Priority: Safer, Saner, Stronger Communities
LAST fall, I met Michelle Pinedo, a 17-year-old California girl striving to make her way in America. Four years ago, her older brother was killed in front of the family home, the victim of a drive-by shooting. Michelle attends high school with 5,000 other students and is supported by two parents struggling to find jobs above the minimum wage. Inspired by her brother's memory, she has pledged to get the best education she can and at the same time work to heal the East L.A. community where she was born and raised.Skip to next paragraph
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While the federal budget debate has occupied the nation's headlines, my thoughts have often returned to Michelle and her world. Balancing the budget is a national priority, but so too is the task of renewing America's communities - of ensuring that Michelle and those who follow her grow up in safer, saner, and stronger neighborhoods.
For too long we have sought to solve our most intractable community problems within the 60-year-old framework of the New Deal. That has meant top-heavy bureaucracies pushing made-in-Washington programs that often reward the wrong kinds of behavior and stifle local initiative. The social challenge of our time is to develop a post-New Deal model for governing, one that helps communities solve their specific local problems, while meeting our most cherished national objectives: good jobs, public safety, great schools, strong families.
Fortunately, as we head toward a new century, a confluence of forces is pushing elected officials to invent a fresh model to govern America: The public rightfully demands a government that is more responsive; neighborhoods, not Washington think tanks, have proven to be the best laboratories of social innovation; severe budget cuts require doing more with less; and many programs developed decades ago never worked as they were intended to.
We see the results of some of these failed social policies all around. Some 600,000 people, many of them children, are homeless each night. Families who live in public housing in major cities such as Chicago, New York, Detroit, and Washington are prey to drug dealers, rodents, and murderers. Vast urban wastelands dot our landscape. Too many youths graduate virtually illiterate.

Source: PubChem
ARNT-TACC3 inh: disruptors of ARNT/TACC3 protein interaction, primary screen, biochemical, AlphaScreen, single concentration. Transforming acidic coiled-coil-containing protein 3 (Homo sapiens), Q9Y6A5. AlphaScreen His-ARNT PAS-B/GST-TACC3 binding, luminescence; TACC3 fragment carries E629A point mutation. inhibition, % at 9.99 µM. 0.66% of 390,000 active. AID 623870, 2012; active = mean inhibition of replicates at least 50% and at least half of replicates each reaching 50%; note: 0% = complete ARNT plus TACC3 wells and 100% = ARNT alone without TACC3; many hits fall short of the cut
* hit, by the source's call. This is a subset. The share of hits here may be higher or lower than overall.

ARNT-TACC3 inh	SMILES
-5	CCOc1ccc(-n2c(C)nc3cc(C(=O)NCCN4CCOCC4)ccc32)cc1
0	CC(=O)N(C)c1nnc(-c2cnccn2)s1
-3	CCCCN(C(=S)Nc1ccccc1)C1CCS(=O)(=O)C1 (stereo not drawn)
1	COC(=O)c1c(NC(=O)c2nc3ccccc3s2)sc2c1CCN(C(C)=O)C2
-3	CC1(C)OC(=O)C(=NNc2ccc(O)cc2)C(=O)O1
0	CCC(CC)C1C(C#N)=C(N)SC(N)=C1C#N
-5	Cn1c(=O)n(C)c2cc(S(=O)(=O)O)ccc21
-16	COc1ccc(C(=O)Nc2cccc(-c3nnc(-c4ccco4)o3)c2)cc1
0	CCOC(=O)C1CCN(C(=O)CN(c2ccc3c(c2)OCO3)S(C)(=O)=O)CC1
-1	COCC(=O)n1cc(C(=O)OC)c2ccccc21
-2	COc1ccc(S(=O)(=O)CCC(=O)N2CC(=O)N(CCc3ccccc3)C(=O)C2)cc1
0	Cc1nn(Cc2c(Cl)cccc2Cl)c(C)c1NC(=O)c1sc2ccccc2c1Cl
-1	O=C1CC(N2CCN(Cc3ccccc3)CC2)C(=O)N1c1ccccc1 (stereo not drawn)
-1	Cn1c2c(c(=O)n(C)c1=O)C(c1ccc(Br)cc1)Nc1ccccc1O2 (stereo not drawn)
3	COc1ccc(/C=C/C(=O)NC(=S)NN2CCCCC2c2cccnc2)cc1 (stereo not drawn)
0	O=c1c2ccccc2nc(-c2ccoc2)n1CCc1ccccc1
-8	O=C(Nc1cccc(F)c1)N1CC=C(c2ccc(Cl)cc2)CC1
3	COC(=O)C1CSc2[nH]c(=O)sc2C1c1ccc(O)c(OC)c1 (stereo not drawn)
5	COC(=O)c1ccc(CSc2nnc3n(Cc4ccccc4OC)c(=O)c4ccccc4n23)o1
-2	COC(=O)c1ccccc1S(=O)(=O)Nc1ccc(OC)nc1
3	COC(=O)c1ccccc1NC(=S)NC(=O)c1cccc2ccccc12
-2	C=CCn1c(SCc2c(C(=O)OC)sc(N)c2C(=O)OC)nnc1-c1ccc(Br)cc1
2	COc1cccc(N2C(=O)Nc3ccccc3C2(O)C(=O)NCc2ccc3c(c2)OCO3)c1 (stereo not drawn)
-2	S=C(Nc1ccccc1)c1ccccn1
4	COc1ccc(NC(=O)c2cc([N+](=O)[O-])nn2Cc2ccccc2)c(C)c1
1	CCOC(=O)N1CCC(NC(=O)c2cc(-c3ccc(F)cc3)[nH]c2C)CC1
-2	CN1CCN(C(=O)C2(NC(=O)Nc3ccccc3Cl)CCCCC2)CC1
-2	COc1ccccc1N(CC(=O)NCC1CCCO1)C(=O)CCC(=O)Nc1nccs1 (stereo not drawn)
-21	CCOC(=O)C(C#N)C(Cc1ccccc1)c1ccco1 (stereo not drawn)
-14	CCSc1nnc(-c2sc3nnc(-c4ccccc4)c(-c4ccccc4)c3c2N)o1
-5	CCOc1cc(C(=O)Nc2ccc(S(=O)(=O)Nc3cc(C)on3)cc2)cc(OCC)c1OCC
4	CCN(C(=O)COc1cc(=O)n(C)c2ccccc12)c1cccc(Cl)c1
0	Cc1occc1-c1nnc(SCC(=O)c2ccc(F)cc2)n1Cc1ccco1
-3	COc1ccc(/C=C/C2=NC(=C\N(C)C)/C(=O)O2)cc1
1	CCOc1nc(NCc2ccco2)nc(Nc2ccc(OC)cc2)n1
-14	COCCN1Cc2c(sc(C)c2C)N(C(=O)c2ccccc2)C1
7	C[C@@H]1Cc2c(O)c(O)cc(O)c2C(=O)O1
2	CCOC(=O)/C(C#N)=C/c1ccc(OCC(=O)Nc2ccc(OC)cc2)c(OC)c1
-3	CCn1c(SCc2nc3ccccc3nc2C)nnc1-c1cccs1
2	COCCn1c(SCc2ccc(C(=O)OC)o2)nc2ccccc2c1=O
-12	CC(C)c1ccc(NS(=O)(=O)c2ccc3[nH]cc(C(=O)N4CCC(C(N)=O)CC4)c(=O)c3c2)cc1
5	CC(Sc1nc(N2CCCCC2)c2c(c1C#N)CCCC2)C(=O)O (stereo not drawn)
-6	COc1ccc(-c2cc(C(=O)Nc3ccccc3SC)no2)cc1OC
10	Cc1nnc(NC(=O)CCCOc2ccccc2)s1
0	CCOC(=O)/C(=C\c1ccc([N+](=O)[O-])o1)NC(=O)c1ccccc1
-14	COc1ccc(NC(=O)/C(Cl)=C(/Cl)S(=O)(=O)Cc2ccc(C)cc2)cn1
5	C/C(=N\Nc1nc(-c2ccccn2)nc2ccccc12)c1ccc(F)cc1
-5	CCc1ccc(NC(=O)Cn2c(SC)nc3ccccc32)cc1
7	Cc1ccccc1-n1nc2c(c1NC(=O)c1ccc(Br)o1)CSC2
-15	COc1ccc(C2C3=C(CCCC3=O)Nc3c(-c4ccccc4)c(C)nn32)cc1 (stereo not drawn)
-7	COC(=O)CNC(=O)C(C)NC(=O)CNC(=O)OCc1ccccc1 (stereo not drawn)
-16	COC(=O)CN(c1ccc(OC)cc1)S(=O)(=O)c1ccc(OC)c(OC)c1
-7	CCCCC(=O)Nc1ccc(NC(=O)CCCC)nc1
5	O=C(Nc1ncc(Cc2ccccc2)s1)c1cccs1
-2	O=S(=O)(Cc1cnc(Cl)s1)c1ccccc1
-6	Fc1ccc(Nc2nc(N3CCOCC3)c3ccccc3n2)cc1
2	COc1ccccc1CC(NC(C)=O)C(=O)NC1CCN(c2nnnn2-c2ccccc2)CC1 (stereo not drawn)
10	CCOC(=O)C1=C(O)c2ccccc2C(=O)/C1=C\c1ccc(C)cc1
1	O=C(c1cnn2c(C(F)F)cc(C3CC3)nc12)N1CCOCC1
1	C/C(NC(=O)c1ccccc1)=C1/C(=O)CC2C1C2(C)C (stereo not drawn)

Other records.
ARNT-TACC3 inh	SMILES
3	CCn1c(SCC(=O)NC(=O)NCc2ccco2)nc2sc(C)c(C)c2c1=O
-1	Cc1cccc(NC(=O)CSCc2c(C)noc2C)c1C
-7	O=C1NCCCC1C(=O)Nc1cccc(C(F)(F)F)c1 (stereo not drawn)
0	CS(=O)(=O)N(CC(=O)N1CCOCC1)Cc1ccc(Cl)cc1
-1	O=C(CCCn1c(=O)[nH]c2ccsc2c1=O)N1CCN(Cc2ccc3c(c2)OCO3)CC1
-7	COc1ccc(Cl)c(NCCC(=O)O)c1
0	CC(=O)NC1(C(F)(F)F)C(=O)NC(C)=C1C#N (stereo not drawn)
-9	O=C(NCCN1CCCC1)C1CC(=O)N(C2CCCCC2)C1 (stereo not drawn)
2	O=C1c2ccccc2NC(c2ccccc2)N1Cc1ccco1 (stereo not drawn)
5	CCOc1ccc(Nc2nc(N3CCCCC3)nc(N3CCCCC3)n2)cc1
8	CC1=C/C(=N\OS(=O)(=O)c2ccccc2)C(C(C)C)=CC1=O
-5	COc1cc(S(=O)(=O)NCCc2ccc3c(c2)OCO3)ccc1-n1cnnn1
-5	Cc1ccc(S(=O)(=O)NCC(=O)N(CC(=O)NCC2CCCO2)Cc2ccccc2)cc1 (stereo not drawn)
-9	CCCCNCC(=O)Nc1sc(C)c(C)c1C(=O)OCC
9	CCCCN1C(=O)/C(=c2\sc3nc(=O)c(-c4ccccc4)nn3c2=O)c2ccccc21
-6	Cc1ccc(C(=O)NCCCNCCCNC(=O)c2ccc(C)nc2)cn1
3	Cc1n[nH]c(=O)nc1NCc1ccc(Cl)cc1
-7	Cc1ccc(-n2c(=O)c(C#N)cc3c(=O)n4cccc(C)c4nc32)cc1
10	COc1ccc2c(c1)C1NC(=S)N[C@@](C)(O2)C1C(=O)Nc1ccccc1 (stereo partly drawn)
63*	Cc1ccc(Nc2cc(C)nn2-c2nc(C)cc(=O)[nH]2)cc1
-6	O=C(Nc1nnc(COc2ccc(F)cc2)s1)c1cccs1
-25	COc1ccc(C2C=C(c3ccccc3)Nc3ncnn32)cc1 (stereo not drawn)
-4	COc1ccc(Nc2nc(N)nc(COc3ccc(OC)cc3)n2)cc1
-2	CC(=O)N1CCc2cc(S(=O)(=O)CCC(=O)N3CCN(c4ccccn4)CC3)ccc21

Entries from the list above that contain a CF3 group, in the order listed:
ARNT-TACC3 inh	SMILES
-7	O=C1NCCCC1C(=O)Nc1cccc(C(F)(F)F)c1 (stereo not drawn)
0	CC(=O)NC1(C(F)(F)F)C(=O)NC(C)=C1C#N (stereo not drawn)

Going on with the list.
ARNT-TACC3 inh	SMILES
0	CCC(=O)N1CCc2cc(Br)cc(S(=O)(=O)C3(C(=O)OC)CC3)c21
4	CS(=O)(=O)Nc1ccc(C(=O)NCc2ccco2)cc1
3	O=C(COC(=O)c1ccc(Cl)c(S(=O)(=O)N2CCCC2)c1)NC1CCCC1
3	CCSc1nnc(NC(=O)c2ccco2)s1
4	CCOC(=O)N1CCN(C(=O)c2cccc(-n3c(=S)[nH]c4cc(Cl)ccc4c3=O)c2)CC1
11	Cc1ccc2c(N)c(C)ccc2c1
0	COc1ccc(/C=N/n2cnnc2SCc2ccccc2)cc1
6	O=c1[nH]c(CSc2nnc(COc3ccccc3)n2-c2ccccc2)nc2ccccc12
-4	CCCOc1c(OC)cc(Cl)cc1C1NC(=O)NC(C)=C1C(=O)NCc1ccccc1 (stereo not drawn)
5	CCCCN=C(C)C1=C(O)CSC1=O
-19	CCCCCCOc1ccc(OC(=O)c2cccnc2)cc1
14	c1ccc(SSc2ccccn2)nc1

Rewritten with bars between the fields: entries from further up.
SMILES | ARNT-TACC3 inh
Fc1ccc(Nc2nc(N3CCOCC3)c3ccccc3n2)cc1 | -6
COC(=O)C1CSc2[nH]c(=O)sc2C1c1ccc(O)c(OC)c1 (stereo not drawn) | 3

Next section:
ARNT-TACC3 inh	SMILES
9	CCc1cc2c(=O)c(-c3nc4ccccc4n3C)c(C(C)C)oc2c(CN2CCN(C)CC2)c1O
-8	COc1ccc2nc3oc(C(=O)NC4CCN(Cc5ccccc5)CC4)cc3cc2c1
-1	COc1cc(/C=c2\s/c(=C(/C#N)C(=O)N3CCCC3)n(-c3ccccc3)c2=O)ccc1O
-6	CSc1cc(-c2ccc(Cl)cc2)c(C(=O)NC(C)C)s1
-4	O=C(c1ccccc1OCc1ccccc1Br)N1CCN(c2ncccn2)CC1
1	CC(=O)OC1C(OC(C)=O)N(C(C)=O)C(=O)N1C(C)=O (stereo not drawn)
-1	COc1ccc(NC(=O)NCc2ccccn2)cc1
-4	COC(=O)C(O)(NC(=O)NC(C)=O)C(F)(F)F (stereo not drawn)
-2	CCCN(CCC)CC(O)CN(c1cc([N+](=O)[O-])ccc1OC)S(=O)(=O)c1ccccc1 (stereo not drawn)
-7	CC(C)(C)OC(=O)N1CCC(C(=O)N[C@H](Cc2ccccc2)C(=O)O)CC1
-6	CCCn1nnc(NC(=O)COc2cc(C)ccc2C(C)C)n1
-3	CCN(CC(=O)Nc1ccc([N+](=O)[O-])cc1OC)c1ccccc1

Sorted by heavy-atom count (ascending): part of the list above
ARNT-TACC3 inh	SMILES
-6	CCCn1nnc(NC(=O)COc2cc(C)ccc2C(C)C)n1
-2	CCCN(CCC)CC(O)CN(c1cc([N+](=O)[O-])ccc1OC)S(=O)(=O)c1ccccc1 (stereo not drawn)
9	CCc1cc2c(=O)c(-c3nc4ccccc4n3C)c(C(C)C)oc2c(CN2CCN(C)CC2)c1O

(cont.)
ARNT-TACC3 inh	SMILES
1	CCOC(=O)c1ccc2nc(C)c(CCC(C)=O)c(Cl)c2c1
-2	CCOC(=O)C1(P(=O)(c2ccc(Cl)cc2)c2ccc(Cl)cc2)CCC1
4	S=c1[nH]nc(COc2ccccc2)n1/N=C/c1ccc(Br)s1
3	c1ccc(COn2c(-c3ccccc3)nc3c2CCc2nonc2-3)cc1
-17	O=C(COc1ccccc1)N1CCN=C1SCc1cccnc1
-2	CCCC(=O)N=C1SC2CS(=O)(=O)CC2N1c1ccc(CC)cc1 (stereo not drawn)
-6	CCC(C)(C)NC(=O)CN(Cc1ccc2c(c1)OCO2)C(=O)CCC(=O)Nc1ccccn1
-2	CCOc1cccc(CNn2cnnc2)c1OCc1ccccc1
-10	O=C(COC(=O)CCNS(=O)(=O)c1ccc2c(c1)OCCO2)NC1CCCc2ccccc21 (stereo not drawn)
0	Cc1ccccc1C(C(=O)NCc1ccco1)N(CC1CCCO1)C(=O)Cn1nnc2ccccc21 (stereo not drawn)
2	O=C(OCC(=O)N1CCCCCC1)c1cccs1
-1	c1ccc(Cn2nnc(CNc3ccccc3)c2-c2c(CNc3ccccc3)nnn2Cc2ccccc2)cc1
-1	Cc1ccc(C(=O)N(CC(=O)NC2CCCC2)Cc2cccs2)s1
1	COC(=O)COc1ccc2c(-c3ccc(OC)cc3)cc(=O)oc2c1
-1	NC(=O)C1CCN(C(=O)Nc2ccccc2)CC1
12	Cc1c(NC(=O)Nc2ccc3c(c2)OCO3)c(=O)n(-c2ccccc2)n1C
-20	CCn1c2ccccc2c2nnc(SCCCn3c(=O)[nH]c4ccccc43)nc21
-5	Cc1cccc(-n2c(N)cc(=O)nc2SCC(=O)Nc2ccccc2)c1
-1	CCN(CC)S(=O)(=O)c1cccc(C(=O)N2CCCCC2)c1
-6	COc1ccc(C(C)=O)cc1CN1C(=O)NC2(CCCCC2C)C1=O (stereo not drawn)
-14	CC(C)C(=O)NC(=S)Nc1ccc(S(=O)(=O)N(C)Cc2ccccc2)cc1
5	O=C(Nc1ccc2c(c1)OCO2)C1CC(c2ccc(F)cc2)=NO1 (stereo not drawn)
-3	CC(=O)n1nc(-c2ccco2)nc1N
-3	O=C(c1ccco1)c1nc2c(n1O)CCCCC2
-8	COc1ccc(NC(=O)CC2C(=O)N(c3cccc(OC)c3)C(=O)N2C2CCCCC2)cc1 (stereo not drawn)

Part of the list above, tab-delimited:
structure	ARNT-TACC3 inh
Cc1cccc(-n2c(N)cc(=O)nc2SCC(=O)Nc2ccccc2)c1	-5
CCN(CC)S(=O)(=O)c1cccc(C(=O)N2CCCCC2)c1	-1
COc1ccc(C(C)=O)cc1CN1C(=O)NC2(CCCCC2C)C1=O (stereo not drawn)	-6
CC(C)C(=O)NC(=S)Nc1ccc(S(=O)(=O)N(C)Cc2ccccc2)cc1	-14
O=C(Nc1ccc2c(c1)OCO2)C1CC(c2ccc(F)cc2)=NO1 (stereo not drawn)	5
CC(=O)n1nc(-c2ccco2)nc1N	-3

A former national security adviser recently told me he sees our urban challenges as the nation's ''No. 1 national security problem.''
We can't afford to ignore these problems, for as goes the fate of America's poorer communities, so goes our national destiny. Nor should we tolerate the demonizing of the poor, most of whom are honest, decent Americans. These also are problems that have defied traditional New Deal solutions and must now be approached using a radically different paradigm. While we can't, as yet, see the final form of this new vision, three principles should guide our efforts over the coming decades - principles the Clinton administration has put vigorously to work.
First, think nationally, act locally. The federal government needs to do a better job of working in and through communities. Because federal bureaucrats can't hope to match the wisdom of local leaders, we must give communities more power over federal programs and grant them increased flexibility to tailor funds to meet local needs. As we decentralize, we need to make sure we don't substitute Washington with 50 state bureaucracies.
Second, reverse the incentives. An unintended consequence of many social programs has been to turn recipients of public benefits into passive clients, pushing people and entire communities into perpetual dependence. We need to dramatically alter these incentives, generating a different social dynamic that turns them toward lasting self-sufficiency. Welfare recipients should be rewarded, not penalized, for work. Public housing should not become taxpayer-subsidized, lifelong housing, but a step toward personal empowerment and financial independence.
Third, go beyond government. The answer to every problem can no longer be a federally run government program. We've got to broaden our concept of civic and social responsibility, using public resources and power, where necessary, to actively engage the private sector in tackling our greatest national challenges.
In many communities, such social seed capital can be leveraged to draw in billions of dollars in new jobs and new businesses. Public institutions must also capitalize on the same technology that is transforming many American companies - a move that will help to usher in an age of smaller, smarter government.
By following these pragmatic, even modest, core principles, public leaders at all levels of government can help steer this country from anger and pessimism to a new covenant of hope. They can help to make a real difference where people live - on our streets and in the communities, where our most intractable social problems take root.
Thinking and acting in new ways, we can ensure that the ''end of the era of big government'' need not mean abandoning shared aspirations for our communities - or Michelle's dreams for her future.